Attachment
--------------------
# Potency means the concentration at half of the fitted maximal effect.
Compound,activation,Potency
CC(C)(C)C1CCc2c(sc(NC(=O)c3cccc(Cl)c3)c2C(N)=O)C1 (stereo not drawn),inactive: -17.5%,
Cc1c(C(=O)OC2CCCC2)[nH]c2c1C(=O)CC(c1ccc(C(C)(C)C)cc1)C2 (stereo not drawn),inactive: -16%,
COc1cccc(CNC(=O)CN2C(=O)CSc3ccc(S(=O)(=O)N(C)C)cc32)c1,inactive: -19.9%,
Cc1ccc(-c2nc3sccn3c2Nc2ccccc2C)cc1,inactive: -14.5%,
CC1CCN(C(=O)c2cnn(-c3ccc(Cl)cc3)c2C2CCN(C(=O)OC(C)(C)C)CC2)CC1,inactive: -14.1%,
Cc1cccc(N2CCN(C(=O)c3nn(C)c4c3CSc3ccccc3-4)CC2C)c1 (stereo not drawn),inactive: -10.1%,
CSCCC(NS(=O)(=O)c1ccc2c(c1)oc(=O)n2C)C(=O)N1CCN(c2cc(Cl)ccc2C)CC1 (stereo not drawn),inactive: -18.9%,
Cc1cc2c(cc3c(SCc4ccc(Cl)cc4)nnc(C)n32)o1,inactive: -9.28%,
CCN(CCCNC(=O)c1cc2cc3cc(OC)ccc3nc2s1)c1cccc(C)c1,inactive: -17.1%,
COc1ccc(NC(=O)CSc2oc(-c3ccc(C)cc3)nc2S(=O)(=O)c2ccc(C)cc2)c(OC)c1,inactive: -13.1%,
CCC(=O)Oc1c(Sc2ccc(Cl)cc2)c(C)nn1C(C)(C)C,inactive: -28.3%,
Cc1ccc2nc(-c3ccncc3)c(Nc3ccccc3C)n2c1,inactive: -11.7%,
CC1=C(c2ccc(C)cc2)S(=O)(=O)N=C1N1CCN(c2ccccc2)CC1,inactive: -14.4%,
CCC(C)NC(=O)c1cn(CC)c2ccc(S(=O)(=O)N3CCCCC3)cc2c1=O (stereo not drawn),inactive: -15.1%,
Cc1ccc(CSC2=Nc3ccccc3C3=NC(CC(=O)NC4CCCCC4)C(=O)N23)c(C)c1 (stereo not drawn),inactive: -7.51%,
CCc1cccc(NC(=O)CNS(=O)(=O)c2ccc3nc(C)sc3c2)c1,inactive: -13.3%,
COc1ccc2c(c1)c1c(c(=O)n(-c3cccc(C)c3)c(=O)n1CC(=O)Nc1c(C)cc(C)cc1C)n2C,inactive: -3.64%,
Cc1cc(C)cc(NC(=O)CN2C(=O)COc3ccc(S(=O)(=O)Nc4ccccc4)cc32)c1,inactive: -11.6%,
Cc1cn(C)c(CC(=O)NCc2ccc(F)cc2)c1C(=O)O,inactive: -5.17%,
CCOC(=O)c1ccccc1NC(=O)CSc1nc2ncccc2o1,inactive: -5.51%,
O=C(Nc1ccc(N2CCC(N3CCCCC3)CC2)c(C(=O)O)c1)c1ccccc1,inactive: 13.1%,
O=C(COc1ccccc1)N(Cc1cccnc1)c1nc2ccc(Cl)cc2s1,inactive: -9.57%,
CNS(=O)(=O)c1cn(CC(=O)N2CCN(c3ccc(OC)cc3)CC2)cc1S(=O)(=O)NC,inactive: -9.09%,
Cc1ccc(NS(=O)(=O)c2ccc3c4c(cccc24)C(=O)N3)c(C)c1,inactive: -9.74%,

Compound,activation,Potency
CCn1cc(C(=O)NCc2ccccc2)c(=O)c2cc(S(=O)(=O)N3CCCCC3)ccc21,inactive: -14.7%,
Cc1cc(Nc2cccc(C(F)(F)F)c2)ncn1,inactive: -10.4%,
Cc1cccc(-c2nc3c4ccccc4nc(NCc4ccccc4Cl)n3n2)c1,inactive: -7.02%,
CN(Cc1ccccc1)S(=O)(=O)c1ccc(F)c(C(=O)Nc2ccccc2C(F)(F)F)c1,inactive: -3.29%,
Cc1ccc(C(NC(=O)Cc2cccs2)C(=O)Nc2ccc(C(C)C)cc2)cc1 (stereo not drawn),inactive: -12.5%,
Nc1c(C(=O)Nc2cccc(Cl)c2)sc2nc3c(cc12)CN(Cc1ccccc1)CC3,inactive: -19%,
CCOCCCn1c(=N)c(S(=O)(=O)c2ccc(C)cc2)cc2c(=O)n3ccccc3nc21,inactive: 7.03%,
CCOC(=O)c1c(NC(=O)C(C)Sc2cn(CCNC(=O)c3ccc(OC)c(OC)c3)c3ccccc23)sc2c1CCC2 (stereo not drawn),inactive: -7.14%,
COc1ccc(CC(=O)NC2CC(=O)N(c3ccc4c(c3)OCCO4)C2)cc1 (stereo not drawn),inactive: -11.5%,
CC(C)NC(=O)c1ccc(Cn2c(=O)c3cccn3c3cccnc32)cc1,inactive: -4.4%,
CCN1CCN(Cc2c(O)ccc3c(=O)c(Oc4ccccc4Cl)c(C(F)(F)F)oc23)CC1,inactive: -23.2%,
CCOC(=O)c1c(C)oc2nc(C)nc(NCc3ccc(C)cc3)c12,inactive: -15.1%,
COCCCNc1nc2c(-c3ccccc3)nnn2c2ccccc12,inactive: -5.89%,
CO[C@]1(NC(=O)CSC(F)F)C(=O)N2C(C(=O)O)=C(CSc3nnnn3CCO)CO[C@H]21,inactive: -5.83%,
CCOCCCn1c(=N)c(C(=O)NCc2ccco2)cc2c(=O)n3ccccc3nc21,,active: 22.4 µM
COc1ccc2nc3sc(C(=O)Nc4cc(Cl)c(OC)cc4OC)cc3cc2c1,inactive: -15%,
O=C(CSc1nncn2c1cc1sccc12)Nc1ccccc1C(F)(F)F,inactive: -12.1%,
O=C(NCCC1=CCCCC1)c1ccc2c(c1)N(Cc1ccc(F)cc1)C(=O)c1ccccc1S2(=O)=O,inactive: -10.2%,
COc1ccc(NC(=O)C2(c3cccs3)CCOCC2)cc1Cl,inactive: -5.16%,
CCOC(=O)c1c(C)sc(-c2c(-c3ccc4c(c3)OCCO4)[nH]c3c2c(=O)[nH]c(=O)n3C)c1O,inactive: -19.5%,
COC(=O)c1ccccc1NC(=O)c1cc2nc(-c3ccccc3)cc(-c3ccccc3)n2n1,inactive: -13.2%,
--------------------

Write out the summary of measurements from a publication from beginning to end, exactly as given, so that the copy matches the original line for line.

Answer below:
# Potency means the concentration at half of the fitted maximal effect.
Compound,activation,Potency
CC(C)(C)C1CCc2c(sc(NC(=O)c3cccc(Cl)c3)c2C(N)=O)C1 (stereo not drawn),inactive: -17.5%,
Cc1c(C(=O)OC2CCCC2)[nH]c2c1C(=O)CC(c1ccc(C(C)(C)C)cc1)C2 (stereo not drawn),inactive: -16%,
COc1cccc(CNC(=O)CN2C(=O)CSc3ccc(S(=O)(=O)N(C)C)cc32)c1,inactive: -19.9%,
Cc1ccc(-c2nc3sccn3c2Nc2ccccc2C)cc1,inactive: -14.5%,
CC1CCN(C(=O)c2cnn(-c3ccc(Cl)cc3)c2C2CCN(C(=O)OC(C)(C)C)CC2)CC1,inactive: -14.1%,
Cc1cccc(N2CCN(C(=O)c3nn(C)c4c3CSc3ccccc3-4)CC2C)c1 (stereo not drawn),inactive: -10.1%,
CSCCC(NS(=O)(=O)c1ccc2c(c1)oc(=O)n2C)C(=O)N1CCN(c2cc(Cl)ccc2C)CC1 (stereo not drawn),inactive: -18.9%,
Cc1cc2c(cc3c(SCc4ccc(Cl)cc4)nnc(C)n32)o1,inactive: -9.28%,
CCN(CCCNC(=O)c1cc2cc3cc(OC)ccc3nc2s1)c1cccc(C)c1,inactive: -17.1%,
COc1ccc(NC(=O)CSc2oc(-c3ccc(C)cc3)nc2S(=O)(=O)c2ccc(C)cc2)c(OC)c1,inactive: -13.1%,
CCC(=O)Oc1c(Sc2ccc(Cl)cc2)c(C)nn1C(C)(C)C,inactive: -28.3%,
Cc1ccc2nc(-c3ccncc3)c(Nc3ccccc3C)n2c1,inactive: -11.7%,
CC1=C(c2ccc(C)cc2)S(=O)(=O)N=C1N1CCN(c2ccccc2)CC1,inactive: -14.4%,
CCC(C)NC(=O)c1cn(CC)c2ccc(S(=O)(=O)N3CCCCC3)cc2c1=O (stereo not drawn),inactive: -15.1%,
Cc1ccc(CSC2=Nc3ccccc3C3=NC(CC(=O)NC4CCCCC4)C(=O)N23)c(C)c1 (stereo not drawn),inactive: -7.51%,
CCc1cccc(NC(=O)CNS(=O)(=O)c2ccc3nc(C)sc3c2)c1,inactive: -13.3%,
COc1ccc2c(c1)c1c(c(=O)n(-c3cccc(C)c3)c(=O)n1CC(=O)Nc1c(C)cc(C)cc1C)n2C,inactive: -3.64%,
Cc1cc(C)cc(NC(=O)CN2C(=O)COc3ccc(S(=O)(=O)Nc4ccccc4)cc32)c1,inactive: -11.6%,
Cc1cn(C)c(CC(=O)NCc2ccc(F)cc2)c1C(=O)O,inactive: -5.17%,
CCOC(=O)c1ccccc1NC(=O)CSc1nc2ncccc2o1,inactive: -5.51%,
O=C(Nc1ccc(N2CCC(N3CCCCC3)CC2)c(C(=O)O)c1)c1ccccc1,inactive: 13.1%,
O=C(COc1ccccc1)N(Cc1cccnc1)c1nc2ccc(Cl)cc2s1,inactive: -9.57%,
CNS(=O)(=O)c1cn(CC(=O)N2CCN(c3ccc(OC)cc3)CC2)cc1S(=O)(=O)NC,inactive: -9.09%,
Cc1ccc(NS(=O)(=O)c2ccc3c4c(cccc24)C(=O)N3)c(C)c1,inactive: -9.74%,

Compound,activation,Potency
CCn1cc(C(=O)NCc2ccccc2)c(=O)c2cc(S(=O)(=O)N3CCCCC3)ccc21,inactive: -14.7%,
Cc1cc(Nc2cccc(C(F)(F)F)c2)ncn1,inactive: -10.4%,
Cc1cccc(-c2nc3c4ccccc4nc(NCc4ccccc4Cl)n3n2)c1,inactive: -7.02%,
CN(Cc1ccccc1)S(=O)(=O)c1ccc(F)c(C(=O)Nc2ccccc2C(F)(F)F)c1,inactive: -3.29%,
Cc1ccc(C(NC(=O)Cc2cccs2)C(=O)Nc2ccc(C(C)C)cc2)cc1 (stereo not drawn),inactive: -12.5%,
Nc1c(C(=O)Nc2cccc(Cl)c2)sc2nc3c(cc12)CN(Cc1ccccc1)CC3,inactive: -19%,
CCOCCCn1c(=N)c(S(=O)(=O)c2ccc(C)cc2)cc2c(=O)n3ccccc3nc21,inactive: 7.03%,
CCOC(=O)c1c(NC(=O)C(C)Sc2cn(CCNC(=O)c3ccc(OC)c(OC)c3)c3ccccc23)sc2c1CCC2 (stereo not drawn),inactive: -7.14%,
COc1ccc(CC(=O)NC2CC(=O)N(c3ccc4c(c3)OCCO4)C2)cc1 (stereo not drawn),inactive: -11.5%,
CC(C)NC(=O)c1ccc(Cn2c(=O)c3cccn3c3cccnc32)cc1,inactive: -4.4%,
CCN1CCN(Cc2c(O)ccc3c(=O)c(Oc4ccccc4Cl)c(C(F)(F)F)oc23)CC1,inactive: -23.2%,
CCOC(=O)c1c(C)oc2nc(C)nc(NCc3ccc(C)cc3)c12,inactive: -15.1%,
COCCCNc1nc2c(-c3ccccc3)nnn2c2ccccc12,inactive: -5.89%,
CO[C@]1(NC(=O)CSC(F)F)C(=O)N2C(C(=O)O)=C(CSc3nnnn3CCO)CO[C@H]21,inactive: -5.83%,
CCOCCCn1c(=N)c(C(=O)NCc2ccco2)cc2c(=O)n3ccccc3nc21,,active: 22.4 µM
COc1ccc2nc3sc(C(=O)Nc4cc(Cl)c(OC)cc4OC)cc3cc2c1,inactive: -15%,
O=C(CSc1nncn2c1cc1sccc12)Nc1ccccc1C(F)(F)F,inactive: -12.1%,
O=C(NCCC1=CCCCC1)c1ccc2c(c1)N(Cc1ccc(F)cc1)C(=O)c1ccccc1S2(=O)=O,inactive: -10.2%,
COc1ccc(NC(=O)C2(c3cccs3)CCOCC2)cc1Cl,inactive: -5.16%,
CCOC(=O)c1c(C)sc(-c2c(-c3ccc4c(c3)OCCO4)[nH]c3c2c(=O)[nH]c(=O)n3C)c1O,inactive: -19.5%,
COC(=O)c1ccccc1NC(=O)c1cc2nc(-c3ccccc3)cc(-c3ccccc3)n2n1,inactive: -13.2%,